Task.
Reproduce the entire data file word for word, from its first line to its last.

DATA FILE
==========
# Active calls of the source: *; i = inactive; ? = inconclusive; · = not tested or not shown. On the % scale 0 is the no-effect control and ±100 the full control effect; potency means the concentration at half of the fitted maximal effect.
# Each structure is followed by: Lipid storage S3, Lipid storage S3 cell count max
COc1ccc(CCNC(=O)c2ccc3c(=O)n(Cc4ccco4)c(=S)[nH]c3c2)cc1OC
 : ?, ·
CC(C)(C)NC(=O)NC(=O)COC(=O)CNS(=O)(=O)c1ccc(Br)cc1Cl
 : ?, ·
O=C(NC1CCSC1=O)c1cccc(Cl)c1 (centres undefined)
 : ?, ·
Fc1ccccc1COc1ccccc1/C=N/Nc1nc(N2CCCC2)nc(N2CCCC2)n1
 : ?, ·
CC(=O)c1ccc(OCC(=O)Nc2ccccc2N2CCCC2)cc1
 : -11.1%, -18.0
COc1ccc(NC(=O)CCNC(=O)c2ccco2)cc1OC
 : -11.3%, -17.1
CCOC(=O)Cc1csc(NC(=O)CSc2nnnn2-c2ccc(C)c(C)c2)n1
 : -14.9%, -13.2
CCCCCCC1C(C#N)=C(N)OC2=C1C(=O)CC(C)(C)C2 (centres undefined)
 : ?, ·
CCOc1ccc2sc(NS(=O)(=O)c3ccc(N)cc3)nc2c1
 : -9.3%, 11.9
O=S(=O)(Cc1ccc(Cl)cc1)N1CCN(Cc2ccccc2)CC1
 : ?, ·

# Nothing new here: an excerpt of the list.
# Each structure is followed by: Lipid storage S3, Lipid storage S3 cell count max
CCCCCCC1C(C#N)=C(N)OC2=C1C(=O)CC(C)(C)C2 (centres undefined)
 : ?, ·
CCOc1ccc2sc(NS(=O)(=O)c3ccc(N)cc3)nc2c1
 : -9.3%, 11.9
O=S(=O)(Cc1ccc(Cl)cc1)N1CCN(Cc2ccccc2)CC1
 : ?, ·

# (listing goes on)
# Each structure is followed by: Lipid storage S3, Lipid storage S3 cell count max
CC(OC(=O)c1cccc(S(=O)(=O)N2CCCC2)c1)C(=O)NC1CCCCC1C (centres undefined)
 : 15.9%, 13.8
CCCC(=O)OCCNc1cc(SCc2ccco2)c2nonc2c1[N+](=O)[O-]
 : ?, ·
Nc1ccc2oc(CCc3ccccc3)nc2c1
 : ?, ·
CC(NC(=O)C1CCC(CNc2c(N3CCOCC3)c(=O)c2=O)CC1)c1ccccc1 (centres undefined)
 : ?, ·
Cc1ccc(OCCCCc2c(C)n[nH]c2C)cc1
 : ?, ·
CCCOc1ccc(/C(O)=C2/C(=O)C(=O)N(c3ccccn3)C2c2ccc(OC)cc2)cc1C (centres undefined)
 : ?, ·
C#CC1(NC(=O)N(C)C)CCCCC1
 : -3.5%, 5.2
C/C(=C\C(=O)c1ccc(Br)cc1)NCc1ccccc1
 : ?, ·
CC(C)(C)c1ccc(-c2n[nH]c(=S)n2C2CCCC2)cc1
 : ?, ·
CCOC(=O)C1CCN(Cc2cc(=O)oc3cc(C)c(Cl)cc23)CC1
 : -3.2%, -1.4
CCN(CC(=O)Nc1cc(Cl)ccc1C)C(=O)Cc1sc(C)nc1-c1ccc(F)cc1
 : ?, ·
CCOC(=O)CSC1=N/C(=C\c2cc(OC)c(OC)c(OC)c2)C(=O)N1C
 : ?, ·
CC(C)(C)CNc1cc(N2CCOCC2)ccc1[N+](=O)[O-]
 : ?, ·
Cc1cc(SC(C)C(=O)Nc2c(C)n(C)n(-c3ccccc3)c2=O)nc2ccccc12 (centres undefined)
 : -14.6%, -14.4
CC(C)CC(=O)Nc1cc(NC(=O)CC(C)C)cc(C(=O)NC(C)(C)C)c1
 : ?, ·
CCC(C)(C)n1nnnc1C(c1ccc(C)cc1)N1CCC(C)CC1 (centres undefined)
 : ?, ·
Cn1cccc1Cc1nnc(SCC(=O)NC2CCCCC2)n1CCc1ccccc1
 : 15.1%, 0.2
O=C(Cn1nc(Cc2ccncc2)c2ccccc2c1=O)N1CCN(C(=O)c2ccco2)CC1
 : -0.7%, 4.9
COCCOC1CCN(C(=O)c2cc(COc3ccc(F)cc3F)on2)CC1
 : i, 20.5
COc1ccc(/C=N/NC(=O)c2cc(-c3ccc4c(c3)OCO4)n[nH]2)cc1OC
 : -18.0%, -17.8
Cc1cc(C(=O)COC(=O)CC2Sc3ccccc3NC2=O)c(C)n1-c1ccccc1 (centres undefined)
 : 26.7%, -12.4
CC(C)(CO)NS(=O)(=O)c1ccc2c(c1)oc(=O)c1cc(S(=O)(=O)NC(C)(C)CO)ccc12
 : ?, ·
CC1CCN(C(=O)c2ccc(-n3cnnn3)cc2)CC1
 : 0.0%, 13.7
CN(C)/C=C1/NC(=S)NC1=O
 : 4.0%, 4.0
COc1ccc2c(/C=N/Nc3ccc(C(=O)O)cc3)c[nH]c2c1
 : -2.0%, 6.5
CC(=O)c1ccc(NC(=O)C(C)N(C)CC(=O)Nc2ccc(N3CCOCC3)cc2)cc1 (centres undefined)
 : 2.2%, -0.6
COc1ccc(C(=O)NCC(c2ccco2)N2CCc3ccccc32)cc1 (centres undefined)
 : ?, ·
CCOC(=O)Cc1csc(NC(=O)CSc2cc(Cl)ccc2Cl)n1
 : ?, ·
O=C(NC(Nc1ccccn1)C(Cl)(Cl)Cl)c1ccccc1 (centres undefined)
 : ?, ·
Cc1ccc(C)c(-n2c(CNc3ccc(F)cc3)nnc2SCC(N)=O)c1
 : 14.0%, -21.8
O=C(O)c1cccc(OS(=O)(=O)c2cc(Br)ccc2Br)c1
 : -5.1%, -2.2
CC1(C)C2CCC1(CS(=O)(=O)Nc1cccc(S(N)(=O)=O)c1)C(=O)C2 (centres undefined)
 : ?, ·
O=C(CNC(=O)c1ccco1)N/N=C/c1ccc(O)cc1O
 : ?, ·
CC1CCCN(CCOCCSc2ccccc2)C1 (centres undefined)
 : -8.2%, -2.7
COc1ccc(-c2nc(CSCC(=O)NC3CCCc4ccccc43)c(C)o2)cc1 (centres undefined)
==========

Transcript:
# Active calls of the source: *; i = inactive; ? = inconclusive; · = not tested or not shown. On the % scale 0 is the no-effect control and ±100 the full control effect; potency means the concentration at half of the fitted maximal effect.
# Each structure is followed by: Lipid storage S3, Lipid storage S3 cell count max
COc1ccc(CCNC(=O)c2ccc3c(=O)n(Cc4ccco4)c(=S)[nH]c3c2)cc1OC
 : ?, ·
CC(C)(C)NC(=O)NC(=O)COC(=O)CNS(=O)(=O)c1ccc(Br)cc1Cl
 : ?, ·
O=C(NC1CCSC1=O)c1cccc(Cl)c1 (centres undefined)
 : ?, ·
Fc1ccccc1COc1ccccc1/C=N/Nc1nc(N2CCCC2)nc(N2CCCC2)n1
 : ?, ·
CC(=O)c1ccc(OCC(=O)Nc2ccccc2N2CCCC2)cc1
 : -11.1%, -18.0
COc1ccc(NC(=O)CCNC(=O)c2ccco2)cc1OC
 : -11.3%, -17.1
CCOC(=O)Cc1csc(NC(=O)CSc2nnnn2-c2ccc(C)c(C)c2)n1
 : -14.9%, -13.2
CCCCCCC1C(C#N)=C(N)OC2=C1C(=O)CC(C)(C)C2 (centres undefined)
 : ?, ·
CCOc1ccc2sc(NS(=O)(=O)c3ccc(N)cc3)nc2c1
 : -9.3%, 11.9
O=S(=O)(Cc1ccc(Cl)cc1)N1CCN(Cc2ccccc2)CC1
 : ?, ·

# Nothing new here: an excerpt of the list.
# Each structure is followed by: Lipid storage S3, Lipid storage S3 cell count max
CCCCCCC1C(C#N)=C(N)OC2=C1C(=O)CC(C)(C)C2 (centres undefined)
 : ?, ·
CCOc1ccc2sc(NS(=O)(=O)c3ccc(N)cc3)nc2c1
 : -9.3%, 11.9
O=S(=O)(Cc1ccc(Cl)cc1)N1CCN(Cc2ccccc2)CC1
 : ?, ·

# (listing goes on)
# Each structure is followed by: Lipid storage S3, Lipid storage S3 cell count max
CC(OC(=O)c1cccc(S(=O)(=O)N2CCCC2)c1)C(=O)NC1CCCCC1C (centres undefined)
 : 15.9%, 13.8
CCCC(=O)OCCNc1cc(SCc2ccco2)c2nonc2c1[N+](=O)[O-]
 : ?, ·
Nc1ccc2oc(CCc3ccccc3)nc2c1
 : ?, ·
CC(NC(=O)C1CCC(CNc2c(N3CCOCC3)c(=O)c2=O)CC1)c1ccccc1 (centres undefined)
 : ?, ·
Cc1ccc(OCCCCc2c(C)n[nH]c2C)cc1
 : ?, ·
CCCOc1ccc(/C(O)=C2/C(=O)C(=O)N(c3ccccn3)C2c2ccc(OC)cc2)cc1C (centres undefined)
 : ?, ·
C#CC1(NC(=O)N(C)C)CCCCC1
 : -3.5%, 5.2
C/C(=C\C(=O)c1ccc(Br)cc1)NCc1ccccc1
 : ?, ·
CC(C)(C)c1ccc(-c2n[nH]c(=S)n2C2CCCC2)cc1
 : ?, ·
CCOC(=O)C1CCN(Cc2cc(=O)oc3cc(C)c(Cl)cc23)CC1
 : -3.2%, -1.4
CCN(CC(=O)Nc1cc(Cl)ccc1C)C(=O)Cc1sc(C)nc1-c1ccc(F)cc1
 : ?, ·
CCOC(=O)CSC1=N/C(=C\c2cc(OC)c(OC)c(OC)c2)C(=O)N1C
 : ?, ·
CC(C)(C)CNc1cc(N2CCOCC2)ccc1[N+](=O)[O-]
 : ?, ·
Cc1cc(SC(C)C(=O)Nc2c(C)n(C)n(-c3ccccc3)c2=O)nc2ccccc12 (centres undefined)
 : -14.6%, -14.4
CC(C)CC(=O)Nc1cc(NC(=O)CC(C)C)cc(C(=O)NC(C)(C)C)c1
 : ?, ·
CCC(C)(C)n1nnnc1C(c1ccc(C)cc1)N1CCC(C)CC1 (centres undefined)
 : ?, ·
Cn1cccc1Cc1nnc(SCC(=O)NC2CCCCC2)n1CCc1ccccc1
 : 15.1%, 0.2
O=C(Cn1nc(Cc2ccncc2)c2ccccc2c1=O)N1CCN(C(=O)c2ccco2)CC1
 : -0.7%, 4.9
COCCOC1CCN(C(=O)c2cc(COc3ccc(F)cc3F)on2)CC1
 : i, 20.5
COc1ccc(/C=N/NC(=O)c2cc(-c3ccc4c(c3)OCO4)n[nH]2)cc1OC
 : -18.0%, -17.8
Cc1cc(C(=O)COC(=O)CC2Sc3ccccc3NC2=O)c(C)n1-c1ccccc1 (centres undefined)
 : 26.7%, -12.4
CC(C)(CO)NS(=O)(=O)c1ccc2c(c1)oc(=O)c1cc(S(=O)(=O)NC(C)(C)CO)ccc12
 : ?, ·
CC1CCN(C(=O)c2ccc(-n3cnnn3)cc2)CC1
 : 0.0%, 13.7
CN(C)/C=C1/NC(=S)NC1=O
 : 4.0%, 4.0
COc1ccc2c(/C=N/Nc3ccc(C(=O)O)cc3)c[nH]c2c1
 : -2.0%, 6.5
CC(=O)c1ccc(NC(=O)C(C)N(C)CC(=O)Nc2ccc(N3CCOCC3)cc2)cc1 (centres undefined)
 : 2.2%, -0.6
COc1ccc(C(=O)NCC(c2ccco2)N2CCc3ccccc32)cc1 (centres undefined)
 : ?, ·
CCOC(=O)Cc1csc(NC(=O)CSc2cc(Cl)ccc2Cl)n1
 : ?, ·
O=C(NC(Nc1ccccn1)C(Cl)(Cl)Cl)c1ccccc1 (centres undefined)
 : ?, ·
Cc1ccc(C)c(-n2c(CNc3ccc(F)cc3)nnc2SCC(N)=O)c1
 : 14.0%, -21.8
O=C(O)c1cccc(OS(=O)(=O)c2cc(Br)ccc2Br)c1
 : -5.1%, -2.2
CC1(C)C2CCC1(CS(=O)(=O)Nc1cccc(S(N)(=O)=O)c1)C(=O)C2 (centres undefined)
 : ?, ·
O=C(CNC(=O)c1ccco1)N/N=C/c1ccc(O)cc1O
 : ?, ·
CC1CCCN(CCOCCSc2ccccc2)C1 (centres undefined)
 : -8.2%, -2.7
COc1ccc(-c2nc(CSCC(=O)NC3CCCc4ccccc43)c(C)o2)cc1 (centres undefined)